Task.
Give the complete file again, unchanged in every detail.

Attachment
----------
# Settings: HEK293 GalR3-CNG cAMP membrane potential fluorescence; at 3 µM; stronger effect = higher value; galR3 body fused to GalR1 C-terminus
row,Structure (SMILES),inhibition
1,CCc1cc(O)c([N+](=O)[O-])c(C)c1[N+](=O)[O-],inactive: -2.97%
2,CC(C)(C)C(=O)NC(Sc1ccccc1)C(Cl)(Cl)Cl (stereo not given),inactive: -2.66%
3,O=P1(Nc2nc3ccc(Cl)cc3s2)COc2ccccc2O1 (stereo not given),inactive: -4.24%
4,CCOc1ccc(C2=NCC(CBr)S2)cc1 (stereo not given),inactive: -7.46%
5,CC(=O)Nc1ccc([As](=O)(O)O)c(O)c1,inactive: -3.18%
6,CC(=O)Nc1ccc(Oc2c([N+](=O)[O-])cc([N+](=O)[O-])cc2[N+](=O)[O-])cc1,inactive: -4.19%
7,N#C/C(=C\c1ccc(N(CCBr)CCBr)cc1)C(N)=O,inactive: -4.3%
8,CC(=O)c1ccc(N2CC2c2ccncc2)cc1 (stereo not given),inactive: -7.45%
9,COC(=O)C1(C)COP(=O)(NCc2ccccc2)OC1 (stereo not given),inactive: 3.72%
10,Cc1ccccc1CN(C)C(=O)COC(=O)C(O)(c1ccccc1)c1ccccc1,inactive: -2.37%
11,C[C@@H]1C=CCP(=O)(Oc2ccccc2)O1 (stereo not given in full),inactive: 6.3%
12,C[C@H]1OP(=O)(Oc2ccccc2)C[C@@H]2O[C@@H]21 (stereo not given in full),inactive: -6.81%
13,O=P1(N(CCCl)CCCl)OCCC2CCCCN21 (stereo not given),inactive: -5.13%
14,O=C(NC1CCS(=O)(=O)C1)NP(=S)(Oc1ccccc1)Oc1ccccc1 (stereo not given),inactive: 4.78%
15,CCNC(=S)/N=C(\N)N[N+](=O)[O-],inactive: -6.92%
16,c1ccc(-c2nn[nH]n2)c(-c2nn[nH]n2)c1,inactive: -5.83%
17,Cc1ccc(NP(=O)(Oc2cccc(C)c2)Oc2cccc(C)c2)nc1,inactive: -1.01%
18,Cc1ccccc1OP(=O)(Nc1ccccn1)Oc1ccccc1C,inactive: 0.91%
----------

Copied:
# Settings: HEK293 GalR3-CNG cAMP membrane potential fluorescence; at 3 µM; stronger effect = higher value; galR3 body fused to GalR1 C-terminus
row,Structure (SMILES),inhibition
1,CCc1cc(O)c([N+](=O)[O-])c(C)c1[N+](=O)[O-],inactive: -2.97%
2,CC(C)(C)C(=O)NC(Sc1ccccc1)C(Cl)(Cl)Cl (stereo not given),inactive: -2.66%
3,O=P1(Nc2nc3ccc(Cl)cc3s2)COc2ccccc2O1 (stereo not given),inactive: -4.24%
4,CCOc1ccc(C2=NCC(CBr)S2)cc1 (stereo not given),inactive: -7.46%
5,CC(=O)Nc1ccc([As](=O)(O)O)c(O)c1,inactive: -3.18%
6,CC(=O)Nc1ccc(Oc2c([N+](=O)[O-])cc([N+](=O)[O-])cc2[N+](=O)[O-])cc1,inactive: -4.19%
7,N#C/C(=C\c1ccc(N(CCBr)CCBr)cc1)C(N)=O,inactive: -4.3%
8,CC(=O)c1ccc(N2CC2c2ccncc2)cc1 (stereo not given),inactive: -7.45%
9,COC(=O)C1(C)COP(=O)(NCc2ccccc2)OC1 (stereo not given),inactive: 3.72%
10,Cc1ccccc1CN(C)C(=O)COC(=O)C(O)(c1ccccc1)c1ccccc1,inactive: -2.37%
11,C[C@@H]1C=CCP(=O)(Oc2ccccc2)O1 (stereo not given in full),inactive: 6.3%
12,C[C@H]1OP(=O)(Oc2ccccc2)C[C@@H]2O[C@@H]21 (stereo not given in full),inactive: -6.81%
13,O=P1(N(CCCl)CCCl)OCCC2CCCCN21 (stereo not given),inactive: -5.13%
14,O=C(NC1CCS(=O)(=O)C1)NP(=S)(Oc1ccccc1)Oc1ccccc1 (stereo not given),inactive: 4.78%
15,CCNC(=S)/N=C(\N)N[N+](=O)[O-],inactive: -6.92%
16,c1ccc(-c2nn[nH]n2)c(-c2nn[nH]n2)c1,inactive: -5.83%
17,Cc1ccc(NP(=O)(Oc2cccc(C)c2)Oc2cccc(C)c2)nc1,inactive: -1.01%
18,Cc1ccccc1OP(=O)(Nc1ccccn1)Oc1ccccc1C,inactive: 0.91%